What are the methods used in the preparation of Parenteral Products?


Solutions sterilized by filtration are to be filled under aseptic conditions. The containers and closures must be properly cleaned, sterilized and made available for use at this point in the process.

Filling consists of transferring a quantity of the product measured with precision and accuracy from a bulk container to a unit container. The transferring device should not contribute any contamination and the product at this stage should be adequately protected so that it does not pick up any particulate or microbial contamination from the environment.

Modern day automatic high speed filling machines can fill up to 300 or more containers per minute. As a safeguard against the entry of particulate matter in a product during filling, a final filter is often inserted in the system between the filter and the delivery tube.


Sealing of the filled container should be done as soon as possible to prevent the contents from being contaminated. Sealing represents the final aseptic procedure. Ampoules are sealed by melting a portion of the glass neck with a fine jet of flame.

For rapid sealing, a high temperature gas-oxygen flame is most suitable. A variety of automated sealing devices are available today. For making 'pull-seals', the neck of the ampoule is heated below the tip leaving most of the tip for grasping with forceps or other mechanical devices.

The ampoule is constantly rotated in the flame from a single burner to soften the glass and then the tip is grasped firmly and pulled quickly away from the body of the ampoule which still continues to rotate. A small capillary tube is formed which is closed by twisting. Although pull-sealing is slow yet the seals are more perfect than tip sealing.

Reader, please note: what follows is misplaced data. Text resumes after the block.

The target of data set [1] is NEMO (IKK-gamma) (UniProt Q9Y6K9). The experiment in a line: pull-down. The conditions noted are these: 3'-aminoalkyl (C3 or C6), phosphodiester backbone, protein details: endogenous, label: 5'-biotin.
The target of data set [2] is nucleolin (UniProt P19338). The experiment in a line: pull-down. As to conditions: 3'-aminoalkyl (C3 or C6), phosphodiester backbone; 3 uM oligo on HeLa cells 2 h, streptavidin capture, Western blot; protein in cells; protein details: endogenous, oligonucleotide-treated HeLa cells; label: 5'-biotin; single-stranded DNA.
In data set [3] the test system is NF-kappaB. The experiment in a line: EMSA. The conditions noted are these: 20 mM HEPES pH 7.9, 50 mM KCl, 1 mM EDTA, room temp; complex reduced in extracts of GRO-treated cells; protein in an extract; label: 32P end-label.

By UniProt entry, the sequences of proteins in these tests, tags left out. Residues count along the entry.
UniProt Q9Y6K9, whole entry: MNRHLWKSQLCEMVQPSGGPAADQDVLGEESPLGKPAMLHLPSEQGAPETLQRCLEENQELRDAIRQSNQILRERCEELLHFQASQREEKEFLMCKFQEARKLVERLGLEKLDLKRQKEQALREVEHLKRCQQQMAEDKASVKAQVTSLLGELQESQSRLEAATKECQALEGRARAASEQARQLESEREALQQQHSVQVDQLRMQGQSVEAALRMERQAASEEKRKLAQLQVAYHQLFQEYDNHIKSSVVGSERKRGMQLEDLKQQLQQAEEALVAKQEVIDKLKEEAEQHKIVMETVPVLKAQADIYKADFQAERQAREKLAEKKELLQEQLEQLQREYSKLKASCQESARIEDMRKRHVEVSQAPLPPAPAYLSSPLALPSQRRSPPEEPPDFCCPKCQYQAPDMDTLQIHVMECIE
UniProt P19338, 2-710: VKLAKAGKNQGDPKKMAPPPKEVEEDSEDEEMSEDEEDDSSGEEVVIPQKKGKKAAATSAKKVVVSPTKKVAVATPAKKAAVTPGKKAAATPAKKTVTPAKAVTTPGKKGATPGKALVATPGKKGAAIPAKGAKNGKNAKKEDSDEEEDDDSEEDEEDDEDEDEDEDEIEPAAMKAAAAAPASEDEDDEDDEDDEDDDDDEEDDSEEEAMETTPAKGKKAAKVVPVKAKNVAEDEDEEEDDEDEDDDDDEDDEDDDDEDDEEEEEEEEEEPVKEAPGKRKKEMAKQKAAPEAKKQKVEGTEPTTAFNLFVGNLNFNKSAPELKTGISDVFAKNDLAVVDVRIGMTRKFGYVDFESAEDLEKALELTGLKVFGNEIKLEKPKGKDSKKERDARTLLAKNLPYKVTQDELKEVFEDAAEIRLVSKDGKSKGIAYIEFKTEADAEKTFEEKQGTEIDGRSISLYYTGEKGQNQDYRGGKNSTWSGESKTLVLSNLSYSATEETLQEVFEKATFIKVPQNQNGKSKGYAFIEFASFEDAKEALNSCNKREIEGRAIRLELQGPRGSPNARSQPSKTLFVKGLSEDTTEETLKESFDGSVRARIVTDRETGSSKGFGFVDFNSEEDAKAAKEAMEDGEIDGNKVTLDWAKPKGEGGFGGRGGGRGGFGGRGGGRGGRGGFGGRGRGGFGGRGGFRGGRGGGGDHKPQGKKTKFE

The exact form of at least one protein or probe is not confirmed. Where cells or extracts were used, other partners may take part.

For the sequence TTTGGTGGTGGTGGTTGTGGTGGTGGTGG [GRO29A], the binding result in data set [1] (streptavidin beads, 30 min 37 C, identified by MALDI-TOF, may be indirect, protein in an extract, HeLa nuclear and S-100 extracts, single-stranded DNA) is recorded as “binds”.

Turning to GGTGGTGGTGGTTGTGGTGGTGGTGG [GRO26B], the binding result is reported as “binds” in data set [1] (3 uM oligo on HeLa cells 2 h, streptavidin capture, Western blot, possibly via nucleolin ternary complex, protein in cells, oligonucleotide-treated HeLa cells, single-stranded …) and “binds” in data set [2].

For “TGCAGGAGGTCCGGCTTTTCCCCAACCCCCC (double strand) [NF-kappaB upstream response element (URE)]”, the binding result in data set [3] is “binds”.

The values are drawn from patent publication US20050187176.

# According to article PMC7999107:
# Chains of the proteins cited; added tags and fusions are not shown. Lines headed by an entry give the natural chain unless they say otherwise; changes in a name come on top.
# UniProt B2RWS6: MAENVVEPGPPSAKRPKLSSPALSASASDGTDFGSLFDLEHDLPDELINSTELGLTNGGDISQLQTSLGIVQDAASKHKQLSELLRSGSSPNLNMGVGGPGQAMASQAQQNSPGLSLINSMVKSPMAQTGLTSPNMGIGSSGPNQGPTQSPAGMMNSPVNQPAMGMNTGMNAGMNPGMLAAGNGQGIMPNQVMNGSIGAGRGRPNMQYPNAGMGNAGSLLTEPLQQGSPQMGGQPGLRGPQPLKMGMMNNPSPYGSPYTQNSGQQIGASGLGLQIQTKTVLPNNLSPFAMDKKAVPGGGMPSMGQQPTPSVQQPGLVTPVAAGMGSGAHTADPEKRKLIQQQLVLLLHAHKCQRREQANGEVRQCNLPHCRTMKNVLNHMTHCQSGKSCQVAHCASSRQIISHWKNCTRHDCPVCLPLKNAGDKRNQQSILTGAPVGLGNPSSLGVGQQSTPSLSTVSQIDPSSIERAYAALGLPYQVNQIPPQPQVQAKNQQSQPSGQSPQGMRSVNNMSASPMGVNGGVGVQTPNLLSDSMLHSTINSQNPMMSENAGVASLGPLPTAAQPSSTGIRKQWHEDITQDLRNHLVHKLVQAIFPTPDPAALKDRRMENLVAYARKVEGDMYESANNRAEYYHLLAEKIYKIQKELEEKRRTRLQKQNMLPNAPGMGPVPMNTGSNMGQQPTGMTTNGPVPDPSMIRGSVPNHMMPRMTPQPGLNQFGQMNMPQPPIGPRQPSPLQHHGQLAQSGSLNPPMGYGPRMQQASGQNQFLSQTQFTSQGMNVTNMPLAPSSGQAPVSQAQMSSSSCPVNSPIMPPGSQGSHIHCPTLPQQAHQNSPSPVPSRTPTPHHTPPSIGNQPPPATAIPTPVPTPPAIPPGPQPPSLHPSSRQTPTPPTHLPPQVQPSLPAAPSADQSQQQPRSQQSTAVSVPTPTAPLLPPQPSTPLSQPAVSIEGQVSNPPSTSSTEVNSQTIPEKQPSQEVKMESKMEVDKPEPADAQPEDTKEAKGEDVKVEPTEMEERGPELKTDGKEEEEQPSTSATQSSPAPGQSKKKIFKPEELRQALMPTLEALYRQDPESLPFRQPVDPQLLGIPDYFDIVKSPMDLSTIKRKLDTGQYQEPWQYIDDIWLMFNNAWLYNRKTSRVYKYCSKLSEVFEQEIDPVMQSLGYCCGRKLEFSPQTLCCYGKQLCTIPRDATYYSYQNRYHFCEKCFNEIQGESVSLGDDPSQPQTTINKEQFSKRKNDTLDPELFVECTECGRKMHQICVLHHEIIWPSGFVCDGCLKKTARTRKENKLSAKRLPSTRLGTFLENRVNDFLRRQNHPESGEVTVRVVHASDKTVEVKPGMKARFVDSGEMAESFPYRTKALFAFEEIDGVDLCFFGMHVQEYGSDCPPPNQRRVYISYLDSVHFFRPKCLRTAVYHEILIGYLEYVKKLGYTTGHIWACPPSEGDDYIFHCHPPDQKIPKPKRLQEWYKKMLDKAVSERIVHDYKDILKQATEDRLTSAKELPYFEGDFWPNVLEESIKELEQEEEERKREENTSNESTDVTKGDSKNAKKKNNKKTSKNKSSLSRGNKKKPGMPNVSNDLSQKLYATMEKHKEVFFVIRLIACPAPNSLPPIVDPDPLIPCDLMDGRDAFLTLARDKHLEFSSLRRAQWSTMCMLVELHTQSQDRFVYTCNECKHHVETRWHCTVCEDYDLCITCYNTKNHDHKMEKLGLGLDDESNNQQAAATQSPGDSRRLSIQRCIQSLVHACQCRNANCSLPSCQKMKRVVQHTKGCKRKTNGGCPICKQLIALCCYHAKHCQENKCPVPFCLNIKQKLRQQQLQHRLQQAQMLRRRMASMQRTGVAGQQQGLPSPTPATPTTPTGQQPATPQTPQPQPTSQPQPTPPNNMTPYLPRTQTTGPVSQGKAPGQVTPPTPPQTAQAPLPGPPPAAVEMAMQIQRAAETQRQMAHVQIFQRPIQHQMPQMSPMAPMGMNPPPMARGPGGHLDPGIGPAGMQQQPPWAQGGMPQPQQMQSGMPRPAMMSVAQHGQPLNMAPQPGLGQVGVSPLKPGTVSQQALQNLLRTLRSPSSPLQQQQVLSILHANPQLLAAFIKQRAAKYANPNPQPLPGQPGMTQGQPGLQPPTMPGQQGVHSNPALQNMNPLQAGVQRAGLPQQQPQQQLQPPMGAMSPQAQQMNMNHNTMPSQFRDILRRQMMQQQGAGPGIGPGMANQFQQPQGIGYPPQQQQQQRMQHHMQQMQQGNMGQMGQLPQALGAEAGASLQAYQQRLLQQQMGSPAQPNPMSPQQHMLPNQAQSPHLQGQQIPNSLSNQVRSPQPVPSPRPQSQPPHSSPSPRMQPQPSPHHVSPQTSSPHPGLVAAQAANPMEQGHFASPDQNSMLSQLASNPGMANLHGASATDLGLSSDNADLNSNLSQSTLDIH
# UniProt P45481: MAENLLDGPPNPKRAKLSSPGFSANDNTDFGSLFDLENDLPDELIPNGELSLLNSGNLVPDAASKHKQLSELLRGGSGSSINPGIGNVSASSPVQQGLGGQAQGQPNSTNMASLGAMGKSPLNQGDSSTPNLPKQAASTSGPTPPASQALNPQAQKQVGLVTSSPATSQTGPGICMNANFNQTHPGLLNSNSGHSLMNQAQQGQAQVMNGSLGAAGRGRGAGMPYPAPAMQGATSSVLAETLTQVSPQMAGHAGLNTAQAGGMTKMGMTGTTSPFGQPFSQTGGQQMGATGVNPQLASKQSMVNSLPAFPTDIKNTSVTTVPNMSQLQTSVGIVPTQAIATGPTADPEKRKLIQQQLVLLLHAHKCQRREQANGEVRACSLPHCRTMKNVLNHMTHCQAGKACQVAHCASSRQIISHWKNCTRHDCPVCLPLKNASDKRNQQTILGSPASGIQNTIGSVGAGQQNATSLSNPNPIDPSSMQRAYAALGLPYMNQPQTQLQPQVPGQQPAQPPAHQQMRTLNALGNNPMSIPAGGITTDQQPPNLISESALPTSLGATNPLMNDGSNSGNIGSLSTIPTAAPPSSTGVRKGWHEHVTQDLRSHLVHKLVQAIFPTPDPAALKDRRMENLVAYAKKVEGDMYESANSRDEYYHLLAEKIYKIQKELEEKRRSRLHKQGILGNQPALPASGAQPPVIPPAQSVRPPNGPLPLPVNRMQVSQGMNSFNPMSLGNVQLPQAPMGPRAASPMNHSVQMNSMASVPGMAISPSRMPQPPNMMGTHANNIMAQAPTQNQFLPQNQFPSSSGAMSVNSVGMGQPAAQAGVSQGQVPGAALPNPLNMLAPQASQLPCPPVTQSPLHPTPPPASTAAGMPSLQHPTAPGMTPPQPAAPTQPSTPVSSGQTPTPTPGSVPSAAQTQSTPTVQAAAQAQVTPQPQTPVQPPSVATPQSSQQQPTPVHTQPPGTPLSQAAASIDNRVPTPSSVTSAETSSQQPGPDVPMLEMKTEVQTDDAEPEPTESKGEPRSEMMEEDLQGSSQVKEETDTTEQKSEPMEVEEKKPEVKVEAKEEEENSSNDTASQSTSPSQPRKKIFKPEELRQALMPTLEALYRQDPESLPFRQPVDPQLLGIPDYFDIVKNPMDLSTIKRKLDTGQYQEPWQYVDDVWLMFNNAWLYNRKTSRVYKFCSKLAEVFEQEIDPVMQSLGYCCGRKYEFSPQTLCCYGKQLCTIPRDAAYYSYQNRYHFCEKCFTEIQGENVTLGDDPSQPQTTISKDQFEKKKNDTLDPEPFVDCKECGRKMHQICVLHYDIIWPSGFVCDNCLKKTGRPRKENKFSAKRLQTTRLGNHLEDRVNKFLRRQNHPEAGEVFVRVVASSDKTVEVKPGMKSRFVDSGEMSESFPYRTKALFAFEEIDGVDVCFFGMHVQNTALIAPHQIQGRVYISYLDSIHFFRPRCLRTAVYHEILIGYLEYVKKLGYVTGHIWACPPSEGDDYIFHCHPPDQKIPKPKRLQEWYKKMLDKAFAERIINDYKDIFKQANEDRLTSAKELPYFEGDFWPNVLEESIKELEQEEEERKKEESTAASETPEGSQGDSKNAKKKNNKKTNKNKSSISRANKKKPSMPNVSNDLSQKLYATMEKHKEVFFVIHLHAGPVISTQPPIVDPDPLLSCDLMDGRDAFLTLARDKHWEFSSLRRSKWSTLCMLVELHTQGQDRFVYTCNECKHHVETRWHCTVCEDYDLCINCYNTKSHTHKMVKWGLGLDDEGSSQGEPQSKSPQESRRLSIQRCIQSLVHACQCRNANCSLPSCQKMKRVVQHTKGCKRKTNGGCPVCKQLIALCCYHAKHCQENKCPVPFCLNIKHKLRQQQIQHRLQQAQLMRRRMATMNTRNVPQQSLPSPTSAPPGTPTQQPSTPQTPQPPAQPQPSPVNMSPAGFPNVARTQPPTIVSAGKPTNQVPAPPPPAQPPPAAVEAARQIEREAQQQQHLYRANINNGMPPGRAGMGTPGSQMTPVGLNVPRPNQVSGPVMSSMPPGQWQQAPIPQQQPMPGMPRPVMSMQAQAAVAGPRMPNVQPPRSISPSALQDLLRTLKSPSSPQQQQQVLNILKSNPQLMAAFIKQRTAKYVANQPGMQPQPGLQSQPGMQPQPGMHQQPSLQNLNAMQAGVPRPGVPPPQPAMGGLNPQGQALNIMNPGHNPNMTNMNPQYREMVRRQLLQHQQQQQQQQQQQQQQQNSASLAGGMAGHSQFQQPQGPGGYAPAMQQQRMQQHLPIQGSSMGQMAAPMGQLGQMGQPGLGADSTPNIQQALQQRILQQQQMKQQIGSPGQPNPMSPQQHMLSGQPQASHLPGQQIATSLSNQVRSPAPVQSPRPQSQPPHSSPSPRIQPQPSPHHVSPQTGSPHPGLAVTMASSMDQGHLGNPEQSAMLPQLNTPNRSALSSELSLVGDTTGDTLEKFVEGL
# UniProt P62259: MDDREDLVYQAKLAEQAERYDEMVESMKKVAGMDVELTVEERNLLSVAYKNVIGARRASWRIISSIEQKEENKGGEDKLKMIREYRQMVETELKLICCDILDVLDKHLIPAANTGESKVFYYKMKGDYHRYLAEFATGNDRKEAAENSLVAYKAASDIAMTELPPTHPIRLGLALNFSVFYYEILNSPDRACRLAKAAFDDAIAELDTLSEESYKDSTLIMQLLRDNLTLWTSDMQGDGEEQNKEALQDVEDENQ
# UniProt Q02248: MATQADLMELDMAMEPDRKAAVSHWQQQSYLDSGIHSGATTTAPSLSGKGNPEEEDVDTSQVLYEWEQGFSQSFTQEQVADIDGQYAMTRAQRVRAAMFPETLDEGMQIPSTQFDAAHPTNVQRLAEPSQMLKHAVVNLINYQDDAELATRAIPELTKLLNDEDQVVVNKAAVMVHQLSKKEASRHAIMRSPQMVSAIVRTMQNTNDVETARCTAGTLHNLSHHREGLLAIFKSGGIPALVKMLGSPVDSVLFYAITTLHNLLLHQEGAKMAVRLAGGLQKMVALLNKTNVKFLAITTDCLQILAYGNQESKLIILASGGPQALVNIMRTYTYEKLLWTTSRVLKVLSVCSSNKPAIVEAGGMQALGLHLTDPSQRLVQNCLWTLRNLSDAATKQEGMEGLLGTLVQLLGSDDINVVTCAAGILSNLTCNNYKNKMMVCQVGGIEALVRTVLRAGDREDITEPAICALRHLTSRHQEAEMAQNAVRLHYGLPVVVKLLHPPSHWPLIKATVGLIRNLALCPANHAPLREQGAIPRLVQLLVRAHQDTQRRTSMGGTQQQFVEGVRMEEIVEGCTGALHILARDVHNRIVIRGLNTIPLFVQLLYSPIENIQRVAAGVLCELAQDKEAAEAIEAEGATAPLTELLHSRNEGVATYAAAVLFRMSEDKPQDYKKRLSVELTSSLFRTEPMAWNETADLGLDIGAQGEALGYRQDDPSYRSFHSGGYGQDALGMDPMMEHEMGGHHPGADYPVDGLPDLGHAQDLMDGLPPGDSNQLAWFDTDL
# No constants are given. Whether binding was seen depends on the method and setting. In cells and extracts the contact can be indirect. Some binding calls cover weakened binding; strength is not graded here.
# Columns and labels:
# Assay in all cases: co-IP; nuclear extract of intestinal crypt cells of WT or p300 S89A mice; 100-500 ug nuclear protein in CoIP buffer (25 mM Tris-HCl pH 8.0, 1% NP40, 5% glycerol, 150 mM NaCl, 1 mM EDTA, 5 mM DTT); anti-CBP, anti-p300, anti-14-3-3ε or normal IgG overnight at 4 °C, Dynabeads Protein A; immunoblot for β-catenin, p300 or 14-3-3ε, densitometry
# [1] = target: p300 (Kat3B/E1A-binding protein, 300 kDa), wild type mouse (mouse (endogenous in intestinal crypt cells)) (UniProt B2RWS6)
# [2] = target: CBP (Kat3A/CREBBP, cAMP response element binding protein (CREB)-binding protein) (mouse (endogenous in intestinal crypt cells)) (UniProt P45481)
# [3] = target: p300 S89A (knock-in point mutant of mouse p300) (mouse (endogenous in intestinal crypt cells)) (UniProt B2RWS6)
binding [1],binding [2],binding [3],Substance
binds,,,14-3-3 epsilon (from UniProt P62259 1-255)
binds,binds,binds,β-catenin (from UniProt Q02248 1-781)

Vials and bottles are sealed by closing the opening with a rubber closure which is held in position by means of aluminium caps. An intact aluminium cap is the proof that the closure has not been removed. Single layered aluminium caps may be applied by means of a hand crimper while double or triple layered caps are crimped by means of heavy duty mechanical crimpers.


Sterilization is process of complete destruction or removal of all forms of life. Except in case of thermolabile substances, parenteral products are commonly sterilized after filling and sealing in the final containers and the process is called terminal sterilization.

Injections are sterilized by following methods :

1. Moist heat sterilization

2. Dry heat sterilization

3. Filtration through bacteria proof filters

4. Using aseptic techniques

Thermolabile preparations should be sterilized by non-thermal methods. Thermo-labile solutions are mostly sterilized by filtration through bacteria proof filters.

Other thermo-labile preparations like colloids, oleaginous solutions, suspensions and emulsions may require a process of sterilizing each component separately and the product is processed under aseptic conditions. Sterilization by radiation is another non-thermal method.

Dry solids such as penicillin, streptomycin, polyvitamins and certain hormones can be effectively sterilized by ionized radiations. Gaseous sterilization is no good when a glass container or other impervious barrier prevents the gas from permeation to the material.

Dry heat sterilization is also of limited application because the materials being sterilized by this method should not be adversely affected by the elevated temperatures.